To the Editor:
In the wake of the May 2 federal general election I fear for my country.
More particularly, I fear for those Canadians who are trying to survive on low incomes. I fear for those organizations that try to help the needy (especially women) or to make this a happier country in many other ways. And for the longer term, I fear for us all because of the disastrous effects of unchecked global warming.
This is not a sour-grapes reaction to the election results. The party I voted for won a small but potentially significant victory in the election of Elizabeth May.
There are also other reasons to harbor faint hope. One, of course, is that the surge by the New Democratic Party may make Stephen Harper hesitant to pursue some of his ultra-conservative policies — although the prime minister may feel, as Jack Layton himself must, that many of the NDP’s gains in Quebec are fragile.
Another source of restrained optimism is that Harper will understand that because more than half of those who voted on May 2 supported parties other than his own he does not have a moral mandate to enact the more extreme of the policies he favors.
But all this is grasping at straws.
For one thing, Harper does not believe in the supremacy of Parliament — witness his constant implying that coalition government is somehow illegal. He seems to believe that a majority of House of Commons seats, however unrepresentative that may be of the majority of voters, gives him a licence to do whatever he wishes and to twist parliamentary rules and conventions to that end.
True, we have had similarly based majority governments before. The difference now lies in Harper’s character.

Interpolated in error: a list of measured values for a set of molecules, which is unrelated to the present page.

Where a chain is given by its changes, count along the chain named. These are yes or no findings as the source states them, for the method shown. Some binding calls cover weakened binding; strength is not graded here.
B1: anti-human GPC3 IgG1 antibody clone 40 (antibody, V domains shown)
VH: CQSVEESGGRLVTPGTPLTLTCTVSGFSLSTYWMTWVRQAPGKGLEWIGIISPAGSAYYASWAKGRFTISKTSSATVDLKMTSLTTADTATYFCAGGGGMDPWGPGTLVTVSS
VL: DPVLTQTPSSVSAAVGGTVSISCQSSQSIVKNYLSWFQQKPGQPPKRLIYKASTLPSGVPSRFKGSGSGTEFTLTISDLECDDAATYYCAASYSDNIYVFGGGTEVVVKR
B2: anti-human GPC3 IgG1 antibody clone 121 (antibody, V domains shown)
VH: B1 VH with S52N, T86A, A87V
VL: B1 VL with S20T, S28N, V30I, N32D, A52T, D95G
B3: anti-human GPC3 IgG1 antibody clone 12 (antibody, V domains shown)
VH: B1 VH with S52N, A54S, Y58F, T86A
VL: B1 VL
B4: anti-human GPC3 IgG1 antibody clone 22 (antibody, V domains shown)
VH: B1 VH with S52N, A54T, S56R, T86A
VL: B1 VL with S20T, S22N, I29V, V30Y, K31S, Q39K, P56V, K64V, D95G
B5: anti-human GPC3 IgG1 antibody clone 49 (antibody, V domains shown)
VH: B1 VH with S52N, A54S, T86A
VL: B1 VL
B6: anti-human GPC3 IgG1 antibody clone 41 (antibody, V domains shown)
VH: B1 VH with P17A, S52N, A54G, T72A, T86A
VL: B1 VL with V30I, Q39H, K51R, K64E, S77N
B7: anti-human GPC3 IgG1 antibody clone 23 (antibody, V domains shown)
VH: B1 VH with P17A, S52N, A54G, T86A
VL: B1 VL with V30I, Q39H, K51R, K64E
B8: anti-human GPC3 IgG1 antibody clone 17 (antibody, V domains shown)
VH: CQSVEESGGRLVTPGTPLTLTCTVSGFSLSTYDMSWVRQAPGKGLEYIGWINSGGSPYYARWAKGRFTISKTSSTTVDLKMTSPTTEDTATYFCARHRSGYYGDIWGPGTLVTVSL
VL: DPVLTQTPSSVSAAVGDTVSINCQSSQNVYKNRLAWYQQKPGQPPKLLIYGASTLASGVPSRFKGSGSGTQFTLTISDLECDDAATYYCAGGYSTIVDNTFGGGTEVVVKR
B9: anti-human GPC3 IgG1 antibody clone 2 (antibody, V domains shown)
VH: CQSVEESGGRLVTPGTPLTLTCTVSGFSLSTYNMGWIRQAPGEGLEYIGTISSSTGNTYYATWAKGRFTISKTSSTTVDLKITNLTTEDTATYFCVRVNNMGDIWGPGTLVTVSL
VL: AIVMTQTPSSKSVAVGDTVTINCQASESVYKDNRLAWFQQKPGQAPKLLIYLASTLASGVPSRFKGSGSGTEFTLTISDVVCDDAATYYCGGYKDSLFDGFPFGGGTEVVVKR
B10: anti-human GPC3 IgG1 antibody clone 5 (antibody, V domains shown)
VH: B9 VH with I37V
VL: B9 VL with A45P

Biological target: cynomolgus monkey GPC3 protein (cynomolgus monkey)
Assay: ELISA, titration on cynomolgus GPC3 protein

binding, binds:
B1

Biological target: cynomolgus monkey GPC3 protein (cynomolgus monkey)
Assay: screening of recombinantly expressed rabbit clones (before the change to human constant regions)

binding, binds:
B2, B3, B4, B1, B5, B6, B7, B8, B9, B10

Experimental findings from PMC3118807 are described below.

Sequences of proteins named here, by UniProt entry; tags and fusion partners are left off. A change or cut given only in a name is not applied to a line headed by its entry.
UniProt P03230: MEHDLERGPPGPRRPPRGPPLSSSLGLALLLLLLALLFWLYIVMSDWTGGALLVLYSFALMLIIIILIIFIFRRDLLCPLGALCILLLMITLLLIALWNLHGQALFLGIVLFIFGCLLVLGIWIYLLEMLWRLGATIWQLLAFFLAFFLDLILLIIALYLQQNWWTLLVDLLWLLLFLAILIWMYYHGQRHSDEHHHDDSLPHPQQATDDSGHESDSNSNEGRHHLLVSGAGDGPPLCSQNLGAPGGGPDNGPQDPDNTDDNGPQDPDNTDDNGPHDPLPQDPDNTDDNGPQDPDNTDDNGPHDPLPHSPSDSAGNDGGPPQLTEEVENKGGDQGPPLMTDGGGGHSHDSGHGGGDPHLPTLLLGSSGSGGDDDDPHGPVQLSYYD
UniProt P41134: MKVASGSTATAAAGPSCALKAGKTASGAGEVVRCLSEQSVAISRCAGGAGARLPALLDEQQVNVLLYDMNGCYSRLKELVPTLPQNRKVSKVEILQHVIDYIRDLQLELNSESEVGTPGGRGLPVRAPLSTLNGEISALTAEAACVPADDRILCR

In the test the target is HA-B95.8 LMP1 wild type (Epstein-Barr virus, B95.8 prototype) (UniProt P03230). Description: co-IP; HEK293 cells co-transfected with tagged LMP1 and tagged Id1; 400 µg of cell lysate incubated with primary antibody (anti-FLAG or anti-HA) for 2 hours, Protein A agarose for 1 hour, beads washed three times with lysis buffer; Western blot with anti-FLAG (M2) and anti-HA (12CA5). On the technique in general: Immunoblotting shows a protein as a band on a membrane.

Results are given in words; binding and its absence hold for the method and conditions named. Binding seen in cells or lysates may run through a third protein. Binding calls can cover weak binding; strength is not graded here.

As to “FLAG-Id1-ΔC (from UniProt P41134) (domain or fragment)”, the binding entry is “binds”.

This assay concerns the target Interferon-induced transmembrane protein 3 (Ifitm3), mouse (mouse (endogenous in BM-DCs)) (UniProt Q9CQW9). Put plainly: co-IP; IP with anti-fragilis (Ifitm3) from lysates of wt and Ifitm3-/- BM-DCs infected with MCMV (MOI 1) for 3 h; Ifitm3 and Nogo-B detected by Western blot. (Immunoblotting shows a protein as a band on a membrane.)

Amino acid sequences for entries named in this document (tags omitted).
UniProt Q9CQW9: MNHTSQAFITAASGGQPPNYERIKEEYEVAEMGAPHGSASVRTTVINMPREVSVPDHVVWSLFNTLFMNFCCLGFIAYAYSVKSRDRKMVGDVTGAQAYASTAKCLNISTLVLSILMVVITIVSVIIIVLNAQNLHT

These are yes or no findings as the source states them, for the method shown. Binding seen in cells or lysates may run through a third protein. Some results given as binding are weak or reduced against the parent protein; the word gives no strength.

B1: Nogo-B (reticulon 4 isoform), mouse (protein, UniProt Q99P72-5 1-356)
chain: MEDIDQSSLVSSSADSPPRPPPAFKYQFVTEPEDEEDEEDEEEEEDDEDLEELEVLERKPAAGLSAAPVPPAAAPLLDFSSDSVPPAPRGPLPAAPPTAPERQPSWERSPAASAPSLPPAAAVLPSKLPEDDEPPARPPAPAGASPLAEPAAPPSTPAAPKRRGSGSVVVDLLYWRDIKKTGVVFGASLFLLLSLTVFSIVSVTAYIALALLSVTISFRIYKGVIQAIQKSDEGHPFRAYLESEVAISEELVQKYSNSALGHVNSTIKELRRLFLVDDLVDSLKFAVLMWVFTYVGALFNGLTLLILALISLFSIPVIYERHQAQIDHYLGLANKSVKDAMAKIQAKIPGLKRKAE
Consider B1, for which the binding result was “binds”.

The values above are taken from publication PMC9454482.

Granted, he is highly intelligent and, in the sense that the word is generally understood, honest. He is unlikely to condone, let alone indulge in, scandals of the sort that have besmirched governments in the past and have helped to give politics a bad name.
However, his intelligence actually makes him more to be feared because it is combined with a driving ambition and ruthless determination to be in charge. These traits are documented by people who have closely followed his career to date (such as journalist Lawrence Martin, author of Harperland — The Politics of Control) and by a number of those who have worked with and for him.
Harper is presented as a man absolutely convinced that his way is the only right way and bound to have his way by any and all means available.
Here lies the real basis for my fear — firstly, because his way involves as little government as possible and, secondly, because he gives the impression of admiring the American, presidential style of government. The latter worries me because there is no separately elected congress in Ottawa to hold him in check — not even a non-elected senate now that he has stacked it with his own appointees.
So, I hope I’m wrong, but I’m prepared for the reduction, deterioration or elimination of a number of government services and offices — especially those that are expensive or in a position to resist or embarrass him.
Indeed, I hope fervently that I’m wrong about all the criticisms of Harper in the preceding paragraphs. But time will tell whether those who didn’t vote on May 2 will get what they deserve and most of the ordinary Canadians who were beguiled by Harper’s talk of stable government, more jobs and lower taxes will find that they are having to pay a high price for their ballots.